The first full power light sparks have been flown and the results was more than satisfying!
The first full power light sparks have been flown and the results was more than satisfying!
I have finished the first steps that included mapping the circuit boards, getting the unit to run and test it with a few simple test and finding out which input and outputs the module have.
Schematics and further experiments with f.ex. scintillation crystals are set for the near future and will be announced when they are added.
I had the chance to take this Eaton Powerware 30 kVA / 27 kW (9355-30-N-7-2x9Ah) uninterrupted power supply apart to look for parts worth salvaging for future reuse in other projects.
Looking up the type on the Eaton website we learn that it is a UPS using double conversion topology that provides isolation from all input anomalies on the output side. Double conversion means that there is AC to DC converter that is connected to the battery pack and the DC to AC converter, a total of two power conversions.
The use of 432 VDC battery pack makes the whole construction smaller and more light weight, the higher voltage avoids the use of step-down or step-up transformers, large switches to handle high current at low voltages but it also adds another danger element as a high voltage battery is not as easy to service and failures can be more catastrophic. This design is called transformer free design, but apparently they do not count in the large choke transformers in the inverters.
The following schematic shows the block diagram of a double conversion UPS.
Viewed from the side we can see the four compartments for batteries, with this rather small battery stack this unit is only able to keep up for 7 minutes at its rated load of 27 kW.
In the close up picture of the circuit board, we can basically see the complete controls of this unit. Out to the far right is the CPU board, top of it connects out to the inverter modules and at the bottom its outputs for relays / switch timing on the large main circuit board.
All wiring was unfortunately cut off when I got to the unit, but looking at the amount of cable shoes still sitting in the bolts, I can safely assume that the PFC connects our to the left side terminals, one inverter module connects at the top terminals and at the bottom near the three black current transformers two inverter modules have been connected in parallel.
Four 230 VAC 15 Watt fans ensure the cooling of the IGBT switches and chokes.
Below the fans we can see the three identical inverter modules, they were easily pulled out when the copper busbars was disconnected. The copper busbars is the battery rails between the the input conversion and output conversion.
At the following pictures of one of the modules it can be seen that they are very generic, not meant for a very specific task, but is merely a dumb inverter module that is connected to a control bus for input signals.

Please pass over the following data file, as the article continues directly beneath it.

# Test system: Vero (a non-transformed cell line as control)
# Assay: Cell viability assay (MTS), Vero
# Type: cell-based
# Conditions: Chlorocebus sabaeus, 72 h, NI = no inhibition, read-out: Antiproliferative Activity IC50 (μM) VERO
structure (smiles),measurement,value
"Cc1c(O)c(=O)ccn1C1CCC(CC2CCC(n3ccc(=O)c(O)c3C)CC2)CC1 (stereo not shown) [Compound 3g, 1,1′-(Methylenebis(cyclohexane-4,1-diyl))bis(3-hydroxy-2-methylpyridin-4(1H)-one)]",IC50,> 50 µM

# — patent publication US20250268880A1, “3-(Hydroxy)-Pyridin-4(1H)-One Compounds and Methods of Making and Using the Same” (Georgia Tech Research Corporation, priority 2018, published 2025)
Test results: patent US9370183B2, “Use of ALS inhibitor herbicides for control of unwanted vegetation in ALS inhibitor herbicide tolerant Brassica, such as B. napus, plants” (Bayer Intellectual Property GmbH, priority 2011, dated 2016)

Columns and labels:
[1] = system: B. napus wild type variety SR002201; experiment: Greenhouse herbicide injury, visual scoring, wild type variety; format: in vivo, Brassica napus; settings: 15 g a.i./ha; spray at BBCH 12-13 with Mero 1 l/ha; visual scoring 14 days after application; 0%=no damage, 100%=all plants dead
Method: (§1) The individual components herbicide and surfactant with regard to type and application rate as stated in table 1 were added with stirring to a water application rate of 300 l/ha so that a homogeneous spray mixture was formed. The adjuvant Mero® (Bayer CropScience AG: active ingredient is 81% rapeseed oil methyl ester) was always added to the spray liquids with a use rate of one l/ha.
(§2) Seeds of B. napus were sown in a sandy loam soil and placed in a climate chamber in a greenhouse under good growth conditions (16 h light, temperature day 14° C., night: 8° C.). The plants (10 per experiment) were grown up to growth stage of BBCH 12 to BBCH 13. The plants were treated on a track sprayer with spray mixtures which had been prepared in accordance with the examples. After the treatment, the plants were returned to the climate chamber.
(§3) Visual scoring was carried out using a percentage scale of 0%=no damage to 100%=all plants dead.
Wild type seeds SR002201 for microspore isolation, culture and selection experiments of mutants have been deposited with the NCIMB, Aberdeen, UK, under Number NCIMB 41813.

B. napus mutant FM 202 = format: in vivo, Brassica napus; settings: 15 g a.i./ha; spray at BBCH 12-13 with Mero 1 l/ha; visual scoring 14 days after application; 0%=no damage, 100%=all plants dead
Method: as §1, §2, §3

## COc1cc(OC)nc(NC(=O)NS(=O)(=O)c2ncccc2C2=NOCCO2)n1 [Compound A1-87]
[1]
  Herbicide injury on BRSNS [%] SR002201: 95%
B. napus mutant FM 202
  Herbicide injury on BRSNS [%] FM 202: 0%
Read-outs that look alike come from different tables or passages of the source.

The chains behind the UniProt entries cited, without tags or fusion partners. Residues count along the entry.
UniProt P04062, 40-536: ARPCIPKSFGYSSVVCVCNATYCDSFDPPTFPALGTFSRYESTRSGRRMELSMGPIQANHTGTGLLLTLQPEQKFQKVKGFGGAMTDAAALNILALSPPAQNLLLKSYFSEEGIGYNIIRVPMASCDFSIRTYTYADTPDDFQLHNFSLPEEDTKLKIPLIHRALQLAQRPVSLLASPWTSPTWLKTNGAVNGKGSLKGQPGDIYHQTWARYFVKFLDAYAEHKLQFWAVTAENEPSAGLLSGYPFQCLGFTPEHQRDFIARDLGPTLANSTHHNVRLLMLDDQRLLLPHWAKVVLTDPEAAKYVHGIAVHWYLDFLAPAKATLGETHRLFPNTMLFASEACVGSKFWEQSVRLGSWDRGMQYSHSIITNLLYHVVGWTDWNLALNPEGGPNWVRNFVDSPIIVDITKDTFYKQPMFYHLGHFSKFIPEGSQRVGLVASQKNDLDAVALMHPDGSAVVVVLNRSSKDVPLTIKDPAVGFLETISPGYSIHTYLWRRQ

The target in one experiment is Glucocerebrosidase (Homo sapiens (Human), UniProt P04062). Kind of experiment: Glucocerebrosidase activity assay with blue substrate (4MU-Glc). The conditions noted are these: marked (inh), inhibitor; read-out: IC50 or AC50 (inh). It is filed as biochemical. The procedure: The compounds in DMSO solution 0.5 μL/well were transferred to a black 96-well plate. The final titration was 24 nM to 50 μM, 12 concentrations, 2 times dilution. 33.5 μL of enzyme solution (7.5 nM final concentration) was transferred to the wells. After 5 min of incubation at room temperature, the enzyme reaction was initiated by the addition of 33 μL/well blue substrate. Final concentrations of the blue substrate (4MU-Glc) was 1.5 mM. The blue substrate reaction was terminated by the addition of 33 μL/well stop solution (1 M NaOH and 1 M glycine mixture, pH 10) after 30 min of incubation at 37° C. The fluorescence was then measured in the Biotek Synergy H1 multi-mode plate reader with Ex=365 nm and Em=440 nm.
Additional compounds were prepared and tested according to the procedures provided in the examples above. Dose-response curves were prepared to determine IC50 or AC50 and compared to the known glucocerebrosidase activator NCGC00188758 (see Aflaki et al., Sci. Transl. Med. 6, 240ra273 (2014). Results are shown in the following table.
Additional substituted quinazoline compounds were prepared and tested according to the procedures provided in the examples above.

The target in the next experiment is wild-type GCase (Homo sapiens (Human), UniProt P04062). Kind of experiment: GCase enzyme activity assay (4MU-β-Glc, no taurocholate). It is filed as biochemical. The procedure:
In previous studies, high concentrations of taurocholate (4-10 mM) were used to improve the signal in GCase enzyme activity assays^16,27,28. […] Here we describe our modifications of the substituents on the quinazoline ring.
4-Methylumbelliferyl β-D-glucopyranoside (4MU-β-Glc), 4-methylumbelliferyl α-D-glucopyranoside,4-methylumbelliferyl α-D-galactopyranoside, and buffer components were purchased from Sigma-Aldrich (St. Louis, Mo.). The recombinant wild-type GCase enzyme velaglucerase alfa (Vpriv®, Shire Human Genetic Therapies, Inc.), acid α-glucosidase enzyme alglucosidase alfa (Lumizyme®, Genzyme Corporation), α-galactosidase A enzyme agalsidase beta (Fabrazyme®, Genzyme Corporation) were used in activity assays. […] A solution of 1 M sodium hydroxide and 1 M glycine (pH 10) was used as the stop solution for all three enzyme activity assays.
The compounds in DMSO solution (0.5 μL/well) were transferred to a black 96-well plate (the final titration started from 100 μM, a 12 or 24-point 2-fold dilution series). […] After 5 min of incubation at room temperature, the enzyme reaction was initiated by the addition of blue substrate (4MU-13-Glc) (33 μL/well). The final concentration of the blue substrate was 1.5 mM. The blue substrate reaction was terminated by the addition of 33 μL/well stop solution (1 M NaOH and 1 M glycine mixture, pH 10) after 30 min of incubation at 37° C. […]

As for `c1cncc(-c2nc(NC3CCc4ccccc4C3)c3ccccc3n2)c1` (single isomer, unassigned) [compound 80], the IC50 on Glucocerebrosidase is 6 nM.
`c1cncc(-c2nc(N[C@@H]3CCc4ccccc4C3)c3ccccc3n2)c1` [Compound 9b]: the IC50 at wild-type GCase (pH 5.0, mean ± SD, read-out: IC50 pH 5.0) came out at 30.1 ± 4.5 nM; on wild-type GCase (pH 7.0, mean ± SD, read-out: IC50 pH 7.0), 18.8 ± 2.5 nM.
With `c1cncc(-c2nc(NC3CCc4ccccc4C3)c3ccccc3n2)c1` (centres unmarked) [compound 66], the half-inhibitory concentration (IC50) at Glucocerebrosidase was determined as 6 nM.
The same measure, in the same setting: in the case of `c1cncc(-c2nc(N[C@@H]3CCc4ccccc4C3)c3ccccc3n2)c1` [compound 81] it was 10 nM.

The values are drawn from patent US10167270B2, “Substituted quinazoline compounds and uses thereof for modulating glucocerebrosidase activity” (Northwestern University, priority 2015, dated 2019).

The IGBT modules Semikron Skiip 25AC125V10 are ultra fast NPT IGBTs, rated for 1200 V and 100 A pulsed, combined switching time is a mere 600 ns. Each of the IGBT switches has its own output choke.
The circuit board contains a few ICs at the data bus connector, three isolated power supplies for the six gate drive circuits. From the number of drive circuits and tracks to the IGBT gates it is clear that these 3 phased bridge IGBTs are driven with the three upper dies in parallel as the same for the 3 lower dies of the brick. The four electrolytic capacitors are connected two in series and two of those strings in parallel for 3000 uF at 900 VDC rating.
The PFC circuit board has three SKKT 122/16E thyristor half-bridge modules, rated at 1700 V and 130 A. In the lower left of the close up picture we can see PFC controls which consists of normal logic ICs and a PIC processor that is connected to the CPU on the main circuit board through the RJ22 connector.
On the upper left side of the circuit board is the various house keeping power supplies for all of the control circuitry and networking interfaces of the UPS unit.
A very modular design that was easy to take apart, but unfortunately not that great on collecting useful parts. The lack of large IGBT bricks and capacitors is the worst let down of this unit.
I picked up two of there 5.5kW frequency inverters from a scrap yard. Both assumed to be thrown out due to malfunction. I took them home to dismantle them for parts to use in other projects.
First we have the front and two stickers, one with specifications and the other with end of life information. These are fairly new units from 2013.
Removing the front metal plate and display unit, in the upper left corner we can see the house keeping power supply part of the main board, just below we can see the input filter PCB and upper right corner in the beige plastic we have connector and terminals for input/output control signals. A close-up of the input filter show that we have a varistor between phases and two 1 uF capacitors in parallel for each phase to ground.